Background: At the patient level, the prognostic value of several features that are known to be associated with an increased risk of converting from relapsing-remitting (RR) to secondary phase (SP) multiple sclerosis (MS) remains limited.
Methods: Among 262 RRMS patients followed up for 10 years, we assessed the probability of developing the SP course based on clinical and conventional and non-conventional magnetic resonance imaging (MRI) parameters at diagnosis and after 2 years. We used a machine learning method, the random survival forests, to identify, according to their minimal depth (MD), the most predictive factors associated with the risk of SP conversion, which were then combined to compute the secondary progressive risk score (SP-RiSc).
Results: During the observation period, 69 (26%) patients converted to SPMS. The number of cortical lesions (MD = 2.47) and age (MD = 3.30) at diagnosis, the global cortical thinning (MD = 1.65), the cerebellar cortical volume loss (MD = 2.15) and the cortical lesion load increase (MD = 3.15) over the first 2 years exerted the greatest predictive effect. Three patients' risk groups were identified; in the high-risk group, 85% (46/55) of patients entered the SP phase in 7 median years. The SP-RiSc optimal cut-off estimated was 17.7 showing specificity and sensitivity of 87% and 92%, respectively, and overall accuracy of 88%.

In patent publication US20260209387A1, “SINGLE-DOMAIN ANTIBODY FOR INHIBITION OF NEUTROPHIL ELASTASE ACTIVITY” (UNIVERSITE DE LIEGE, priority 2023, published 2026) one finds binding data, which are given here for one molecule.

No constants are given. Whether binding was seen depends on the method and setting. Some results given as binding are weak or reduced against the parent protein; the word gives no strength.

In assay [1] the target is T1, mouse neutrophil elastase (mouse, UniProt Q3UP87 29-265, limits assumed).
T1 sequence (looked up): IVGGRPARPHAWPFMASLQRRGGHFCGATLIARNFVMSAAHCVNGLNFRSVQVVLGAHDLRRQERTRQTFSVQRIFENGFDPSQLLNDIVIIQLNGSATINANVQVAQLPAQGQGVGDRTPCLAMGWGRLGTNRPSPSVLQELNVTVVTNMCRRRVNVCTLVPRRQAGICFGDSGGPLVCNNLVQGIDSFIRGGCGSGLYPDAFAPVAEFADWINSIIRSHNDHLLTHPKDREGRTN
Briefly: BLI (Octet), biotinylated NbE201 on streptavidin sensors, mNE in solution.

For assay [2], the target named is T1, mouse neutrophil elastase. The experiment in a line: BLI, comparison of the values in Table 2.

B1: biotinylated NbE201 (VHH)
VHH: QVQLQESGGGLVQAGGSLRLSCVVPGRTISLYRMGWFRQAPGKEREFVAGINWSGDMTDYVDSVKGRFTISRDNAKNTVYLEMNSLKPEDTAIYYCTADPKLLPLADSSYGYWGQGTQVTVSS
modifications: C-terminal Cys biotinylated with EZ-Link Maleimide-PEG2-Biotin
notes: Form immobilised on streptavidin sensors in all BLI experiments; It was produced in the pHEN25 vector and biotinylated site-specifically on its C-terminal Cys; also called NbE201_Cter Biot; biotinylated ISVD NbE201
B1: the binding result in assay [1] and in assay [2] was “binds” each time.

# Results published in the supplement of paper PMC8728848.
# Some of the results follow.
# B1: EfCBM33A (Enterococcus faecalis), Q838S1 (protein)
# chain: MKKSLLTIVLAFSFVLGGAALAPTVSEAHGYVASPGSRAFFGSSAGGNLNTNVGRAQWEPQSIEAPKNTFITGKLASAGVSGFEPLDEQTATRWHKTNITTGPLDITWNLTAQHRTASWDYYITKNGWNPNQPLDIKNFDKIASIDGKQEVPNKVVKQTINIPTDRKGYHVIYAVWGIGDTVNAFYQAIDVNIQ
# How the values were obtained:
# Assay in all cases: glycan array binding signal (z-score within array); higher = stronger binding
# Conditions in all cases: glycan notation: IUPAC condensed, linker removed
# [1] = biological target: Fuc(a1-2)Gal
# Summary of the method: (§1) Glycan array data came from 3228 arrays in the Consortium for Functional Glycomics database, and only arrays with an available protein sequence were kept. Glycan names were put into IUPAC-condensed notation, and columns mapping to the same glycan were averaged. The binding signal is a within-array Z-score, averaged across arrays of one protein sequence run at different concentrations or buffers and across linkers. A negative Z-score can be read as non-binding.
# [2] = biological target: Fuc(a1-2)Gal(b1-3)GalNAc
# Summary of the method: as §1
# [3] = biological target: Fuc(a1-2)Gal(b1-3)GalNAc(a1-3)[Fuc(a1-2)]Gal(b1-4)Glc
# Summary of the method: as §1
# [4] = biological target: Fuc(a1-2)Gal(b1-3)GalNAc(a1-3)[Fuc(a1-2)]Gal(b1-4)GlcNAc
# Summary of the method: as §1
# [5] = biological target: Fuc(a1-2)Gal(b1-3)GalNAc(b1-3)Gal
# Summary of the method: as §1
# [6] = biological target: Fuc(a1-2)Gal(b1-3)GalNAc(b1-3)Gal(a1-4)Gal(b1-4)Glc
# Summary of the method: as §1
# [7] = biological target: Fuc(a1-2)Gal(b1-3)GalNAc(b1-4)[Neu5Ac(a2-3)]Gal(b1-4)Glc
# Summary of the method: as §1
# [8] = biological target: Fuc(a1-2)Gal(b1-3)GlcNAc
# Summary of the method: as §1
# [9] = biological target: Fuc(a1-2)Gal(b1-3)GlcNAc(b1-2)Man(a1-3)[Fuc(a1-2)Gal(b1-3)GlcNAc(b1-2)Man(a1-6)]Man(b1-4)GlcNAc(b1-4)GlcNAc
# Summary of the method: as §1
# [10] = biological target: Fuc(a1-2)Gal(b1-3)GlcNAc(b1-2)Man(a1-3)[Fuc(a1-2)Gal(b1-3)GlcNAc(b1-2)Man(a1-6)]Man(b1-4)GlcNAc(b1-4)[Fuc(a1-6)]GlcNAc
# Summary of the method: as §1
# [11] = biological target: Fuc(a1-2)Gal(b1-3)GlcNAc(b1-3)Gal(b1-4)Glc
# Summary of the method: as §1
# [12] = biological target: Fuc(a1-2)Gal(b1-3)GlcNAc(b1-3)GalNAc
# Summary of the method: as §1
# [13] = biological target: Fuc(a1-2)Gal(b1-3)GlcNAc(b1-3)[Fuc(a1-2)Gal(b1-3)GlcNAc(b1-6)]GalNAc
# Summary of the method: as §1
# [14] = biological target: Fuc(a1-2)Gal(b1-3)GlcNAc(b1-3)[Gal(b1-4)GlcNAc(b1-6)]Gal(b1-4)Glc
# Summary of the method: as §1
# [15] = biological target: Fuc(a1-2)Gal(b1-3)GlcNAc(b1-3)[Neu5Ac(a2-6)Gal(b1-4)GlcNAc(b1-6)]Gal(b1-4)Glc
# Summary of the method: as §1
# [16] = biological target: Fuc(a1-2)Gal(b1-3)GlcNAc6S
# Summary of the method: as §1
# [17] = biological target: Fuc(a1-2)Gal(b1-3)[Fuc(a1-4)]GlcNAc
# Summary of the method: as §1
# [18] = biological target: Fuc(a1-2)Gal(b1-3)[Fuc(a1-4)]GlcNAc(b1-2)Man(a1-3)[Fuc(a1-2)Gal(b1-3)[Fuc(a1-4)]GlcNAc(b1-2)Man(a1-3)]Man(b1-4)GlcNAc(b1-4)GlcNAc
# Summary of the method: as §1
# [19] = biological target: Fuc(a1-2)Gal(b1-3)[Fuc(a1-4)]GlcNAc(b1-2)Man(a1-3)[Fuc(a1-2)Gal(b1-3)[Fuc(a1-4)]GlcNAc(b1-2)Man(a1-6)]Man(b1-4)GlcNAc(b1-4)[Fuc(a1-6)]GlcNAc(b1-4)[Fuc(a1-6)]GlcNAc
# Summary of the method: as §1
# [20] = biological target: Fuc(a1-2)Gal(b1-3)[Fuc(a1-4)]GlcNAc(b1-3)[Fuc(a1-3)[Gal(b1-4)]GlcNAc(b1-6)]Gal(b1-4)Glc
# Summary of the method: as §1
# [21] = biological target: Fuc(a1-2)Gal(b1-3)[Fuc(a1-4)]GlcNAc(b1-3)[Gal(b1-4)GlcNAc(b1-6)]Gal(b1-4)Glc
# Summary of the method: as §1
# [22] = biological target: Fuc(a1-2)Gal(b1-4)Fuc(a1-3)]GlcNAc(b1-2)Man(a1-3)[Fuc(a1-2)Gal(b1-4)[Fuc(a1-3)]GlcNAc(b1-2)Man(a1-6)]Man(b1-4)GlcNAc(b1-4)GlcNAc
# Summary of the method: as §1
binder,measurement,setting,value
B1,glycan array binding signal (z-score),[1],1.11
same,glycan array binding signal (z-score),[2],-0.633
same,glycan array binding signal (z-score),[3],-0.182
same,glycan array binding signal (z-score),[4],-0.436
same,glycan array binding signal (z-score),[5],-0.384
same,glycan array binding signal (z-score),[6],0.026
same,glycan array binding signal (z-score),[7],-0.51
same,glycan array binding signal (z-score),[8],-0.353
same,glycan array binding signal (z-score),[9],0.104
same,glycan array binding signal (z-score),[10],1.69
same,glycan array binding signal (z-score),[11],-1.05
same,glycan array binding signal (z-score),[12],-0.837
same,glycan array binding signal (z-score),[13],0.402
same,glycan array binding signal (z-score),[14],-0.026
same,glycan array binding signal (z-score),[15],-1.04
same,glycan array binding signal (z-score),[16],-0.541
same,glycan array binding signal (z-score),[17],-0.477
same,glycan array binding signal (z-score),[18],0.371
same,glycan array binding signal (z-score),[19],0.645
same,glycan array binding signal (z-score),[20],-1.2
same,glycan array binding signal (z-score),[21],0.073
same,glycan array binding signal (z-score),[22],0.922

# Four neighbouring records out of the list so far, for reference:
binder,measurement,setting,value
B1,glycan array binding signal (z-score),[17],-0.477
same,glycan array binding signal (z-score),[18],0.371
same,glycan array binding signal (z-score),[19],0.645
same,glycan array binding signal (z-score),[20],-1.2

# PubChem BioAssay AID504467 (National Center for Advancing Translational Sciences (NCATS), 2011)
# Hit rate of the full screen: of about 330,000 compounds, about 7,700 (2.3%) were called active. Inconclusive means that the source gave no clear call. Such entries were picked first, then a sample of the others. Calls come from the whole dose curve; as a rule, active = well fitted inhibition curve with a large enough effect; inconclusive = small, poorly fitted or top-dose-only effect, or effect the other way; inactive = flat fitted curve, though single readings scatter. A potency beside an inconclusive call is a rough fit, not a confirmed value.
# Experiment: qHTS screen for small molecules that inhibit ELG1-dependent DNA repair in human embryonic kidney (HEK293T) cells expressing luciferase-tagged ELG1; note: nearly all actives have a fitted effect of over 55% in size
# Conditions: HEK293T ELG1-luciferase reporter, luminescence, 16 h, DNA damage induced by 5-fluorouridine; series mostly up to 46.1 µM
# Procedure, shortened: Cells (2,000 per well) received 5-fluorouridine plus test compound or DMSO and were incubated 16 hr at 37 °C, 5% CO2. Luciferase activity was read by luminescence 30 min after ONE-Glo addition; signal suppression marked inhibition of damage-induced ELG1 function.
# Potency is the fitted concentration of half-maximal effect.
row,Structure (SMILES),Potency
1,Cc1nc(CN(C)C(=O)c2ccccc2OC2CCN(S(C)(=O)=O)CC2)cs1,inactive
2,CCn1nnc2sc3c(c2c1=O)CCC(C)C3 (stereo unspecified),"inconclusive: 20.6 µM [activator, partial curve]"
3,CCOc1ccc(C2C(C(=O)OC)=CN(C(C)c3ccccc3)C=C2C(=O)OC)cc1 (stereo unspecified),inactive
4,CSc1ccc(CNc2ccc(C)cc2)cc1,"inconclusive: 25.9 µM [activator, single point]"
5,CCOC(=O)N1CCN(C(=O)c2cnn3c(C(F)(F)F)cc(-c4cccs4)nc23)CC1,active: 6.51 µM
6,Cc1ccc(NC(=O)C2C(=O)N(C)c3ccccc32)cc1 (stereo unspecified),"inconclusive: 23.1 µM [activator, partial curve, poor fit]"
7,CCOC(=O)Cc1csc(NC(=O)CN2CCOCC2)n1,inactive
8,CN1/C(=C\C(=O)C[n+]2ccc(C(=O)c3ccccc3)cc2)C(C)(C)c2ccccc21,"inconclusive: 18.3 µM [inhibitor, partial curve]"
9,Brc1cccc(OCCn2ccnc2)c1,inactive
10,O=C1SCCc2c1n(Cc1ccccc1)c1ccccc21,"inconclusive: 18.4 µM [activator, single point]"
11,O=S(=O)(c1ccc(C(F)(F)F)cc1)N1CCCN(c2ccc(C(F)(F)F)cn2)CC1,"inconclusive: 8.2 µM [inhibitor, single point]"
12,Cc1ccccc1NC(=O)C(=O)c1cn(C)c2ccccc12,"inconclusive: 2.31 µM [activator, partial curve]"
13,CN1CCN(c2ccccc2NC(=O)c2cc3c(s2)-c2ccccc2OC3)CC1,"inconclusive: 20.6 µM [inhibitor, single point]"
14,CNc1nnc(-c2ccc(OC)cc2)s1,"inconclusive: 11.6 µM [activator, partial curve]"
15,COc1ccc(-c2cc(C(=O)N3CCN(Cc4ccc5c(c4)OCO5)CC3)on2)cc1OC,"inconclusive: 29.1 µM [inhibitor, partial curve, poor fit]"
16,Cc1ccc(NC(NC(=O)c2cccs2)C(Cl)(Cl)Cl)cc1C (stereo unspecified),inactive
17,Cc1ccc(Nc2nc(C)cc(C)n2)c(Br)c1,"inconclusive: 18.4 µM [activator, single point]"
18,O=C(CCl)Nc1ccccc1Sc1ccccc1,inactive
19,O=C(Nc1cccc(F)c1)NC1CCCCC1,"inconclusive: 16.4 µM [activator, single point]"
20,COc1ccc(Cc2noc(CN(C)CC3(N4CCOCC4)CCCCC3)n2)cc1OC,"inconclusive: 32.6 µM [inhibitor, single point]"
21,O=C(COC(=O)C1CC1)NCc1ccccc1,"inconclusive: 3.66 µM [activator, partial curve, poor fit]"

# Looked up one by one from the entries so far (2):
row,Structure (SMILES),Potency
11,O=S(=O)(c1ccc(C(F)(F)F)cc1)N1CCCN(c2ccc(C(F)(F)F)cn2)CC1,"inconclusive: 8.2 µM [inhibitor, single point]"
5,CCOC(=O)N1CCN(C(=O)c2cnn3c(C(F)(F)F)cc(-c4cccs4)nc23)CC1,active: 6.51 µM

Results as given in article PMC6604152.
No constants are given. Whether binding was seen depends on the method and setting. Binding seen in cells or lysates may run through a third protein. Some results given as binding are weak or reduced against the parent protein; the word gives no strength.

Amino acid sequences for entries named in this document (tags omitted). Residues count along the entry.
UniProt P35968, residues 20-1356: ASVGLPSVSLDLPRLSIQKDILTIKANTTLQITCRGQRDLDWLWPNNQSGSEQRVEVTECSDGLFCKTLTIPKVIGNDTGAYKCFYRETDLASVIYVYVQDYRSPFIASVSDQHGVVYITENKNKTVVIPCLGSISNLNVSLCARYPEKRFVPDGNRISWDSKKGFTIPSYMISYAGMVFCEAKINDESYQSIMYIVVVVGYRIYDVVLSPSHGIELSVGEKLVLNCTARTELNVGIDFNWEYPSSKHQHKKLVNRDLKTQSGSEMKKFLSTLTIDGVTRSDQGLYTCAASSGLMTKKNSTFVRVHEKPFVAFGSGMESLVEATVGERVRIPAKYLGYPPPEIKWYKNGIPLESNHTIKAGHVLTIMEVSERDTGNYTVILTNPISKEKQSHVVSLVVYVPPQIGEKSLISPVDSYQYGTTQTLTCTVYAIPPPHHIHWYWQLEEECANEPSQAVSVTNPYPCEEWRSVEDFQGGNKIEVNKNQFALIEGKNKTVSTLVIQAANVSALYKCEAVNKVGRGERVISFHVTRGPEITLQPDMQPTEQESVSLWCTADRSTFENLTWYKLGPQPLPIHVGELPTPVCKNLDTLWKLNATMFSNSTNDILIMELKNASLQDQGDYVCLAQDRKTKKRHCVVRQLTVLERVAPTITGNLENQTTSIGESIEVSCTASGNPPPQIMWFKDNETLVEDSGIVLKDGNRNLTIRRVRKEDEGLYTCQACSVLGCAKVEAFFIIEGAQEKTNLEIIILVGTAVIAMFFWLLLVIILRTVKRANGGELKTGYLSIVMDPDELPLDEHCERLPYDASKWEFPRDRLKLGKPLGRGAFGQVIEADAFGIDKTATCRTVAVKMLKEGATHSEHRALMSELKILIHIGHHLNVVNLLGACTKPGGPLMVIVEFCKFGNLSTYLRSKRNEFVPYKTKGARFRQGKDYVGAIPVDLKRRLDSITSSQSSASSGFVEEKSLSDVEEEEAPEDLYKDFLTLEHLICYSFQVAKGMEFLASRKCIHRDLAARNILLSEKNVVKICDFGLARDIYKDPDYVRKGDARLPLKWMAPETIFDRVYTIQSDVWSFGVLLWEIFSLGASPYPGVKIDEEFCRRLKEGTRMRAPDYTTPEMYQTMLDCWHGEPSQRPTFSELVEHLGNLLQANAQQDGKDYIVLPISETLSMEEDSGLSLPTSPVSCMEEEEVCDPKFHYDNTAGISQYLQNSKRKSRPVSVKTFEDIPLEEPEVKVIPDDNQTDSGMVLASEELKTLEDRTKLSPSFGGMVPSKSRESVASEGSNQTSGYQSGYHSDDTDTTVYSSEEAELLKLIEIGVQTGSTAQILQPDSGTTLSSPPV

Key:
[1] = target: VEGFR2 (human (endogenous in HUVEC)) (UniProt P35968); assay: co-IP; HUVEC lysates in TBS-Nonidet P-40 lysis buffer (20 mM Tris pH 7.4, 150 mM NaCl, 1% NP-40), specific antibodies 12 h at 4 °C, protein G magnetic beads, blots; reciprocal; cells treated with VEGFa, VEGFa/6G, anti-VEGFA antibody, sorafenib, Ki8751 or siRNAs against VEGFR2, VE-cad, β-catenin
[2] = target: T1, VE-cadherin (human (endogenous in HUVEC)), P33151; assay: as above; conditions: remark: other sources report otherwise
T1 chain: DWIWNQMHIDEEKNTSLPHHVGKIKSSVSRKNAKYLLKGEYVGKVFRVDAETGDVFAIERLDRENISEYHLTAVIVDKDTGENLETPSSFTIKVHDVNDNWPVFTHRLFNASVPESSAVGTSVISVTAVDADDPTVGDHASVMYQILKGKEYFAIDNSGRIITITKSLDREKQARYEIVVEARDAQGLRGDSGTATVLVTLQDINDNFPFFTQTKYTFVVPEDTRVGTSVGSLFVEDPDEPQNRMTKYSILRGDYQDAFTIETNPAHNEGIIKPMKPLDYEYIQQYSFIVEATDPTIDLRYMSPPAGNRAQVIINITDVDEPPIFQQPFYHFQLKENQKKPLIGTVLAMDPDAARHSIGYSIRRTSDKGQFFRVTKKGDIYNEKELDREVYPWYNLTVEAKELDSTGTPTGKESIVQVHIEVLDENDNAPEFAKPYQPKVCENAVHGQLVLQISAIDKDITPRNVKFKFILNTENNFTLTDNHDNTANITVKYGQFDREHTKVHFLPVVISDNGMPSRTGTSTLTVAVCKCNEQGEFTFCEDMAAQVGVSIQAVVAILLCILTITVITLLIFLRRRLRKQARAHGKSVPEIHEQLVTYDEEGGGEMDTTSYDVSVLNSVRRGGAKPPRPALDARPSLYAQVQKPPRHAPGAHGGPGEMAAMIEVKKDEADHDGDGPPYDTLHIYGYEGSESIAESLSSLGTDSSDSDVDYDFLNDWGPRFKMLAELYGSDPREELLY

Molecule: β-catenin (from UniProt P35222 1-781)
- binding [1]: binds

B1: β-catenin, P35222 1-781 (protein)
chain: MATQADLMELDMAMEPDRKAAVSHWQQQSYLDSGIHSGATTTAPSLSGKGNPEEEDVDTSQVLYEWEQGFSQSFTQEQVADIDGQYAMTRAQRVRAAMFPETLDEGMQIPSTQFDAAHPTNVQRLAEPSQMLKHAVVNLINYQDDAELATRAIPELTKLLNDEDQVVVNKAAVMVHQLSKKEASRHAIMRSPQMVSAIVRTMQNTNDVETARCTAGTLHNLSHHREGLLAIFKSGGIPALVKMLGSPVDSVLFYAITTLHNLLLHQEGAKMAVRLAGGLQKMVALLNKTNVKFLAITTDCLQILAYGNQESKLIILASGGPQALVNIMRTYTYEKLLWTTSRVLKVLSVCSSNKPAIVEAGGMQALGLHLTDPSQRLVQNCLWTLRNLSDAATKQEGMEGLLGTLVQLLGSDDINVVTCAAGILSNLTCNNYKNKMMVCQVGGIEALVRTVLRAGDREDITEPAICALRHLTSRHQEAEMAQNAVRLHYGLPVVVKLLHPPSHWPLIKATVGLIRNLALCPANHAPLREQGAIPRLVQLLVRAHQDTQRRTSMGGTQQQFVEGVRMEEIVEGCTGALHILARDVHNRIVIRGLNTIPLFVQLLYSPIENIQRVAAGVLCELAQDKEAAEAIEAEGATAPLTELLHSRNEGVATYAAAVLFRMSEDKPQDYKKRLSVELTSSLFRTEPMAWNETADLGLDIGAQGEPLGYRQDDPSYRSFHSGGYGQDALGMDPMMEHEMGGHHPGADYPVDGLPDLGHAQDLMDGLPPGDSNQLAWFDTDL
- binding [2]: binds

Conclusions: The SP-RiSc yielded a high performance in identifying MS patients with high probability to develop SPMS, which can help improve management strategies. These findings are the premise of further larger prospective studies to assess its use in clinical settings.
Keywords: demyelinating diseases; multiple sclerosis; neurological disorders; risk factors.
© 2021 The Authors. European Journal of Neurology published by John Wiley & Sons Ltd on behalf of European Academy of Neurology.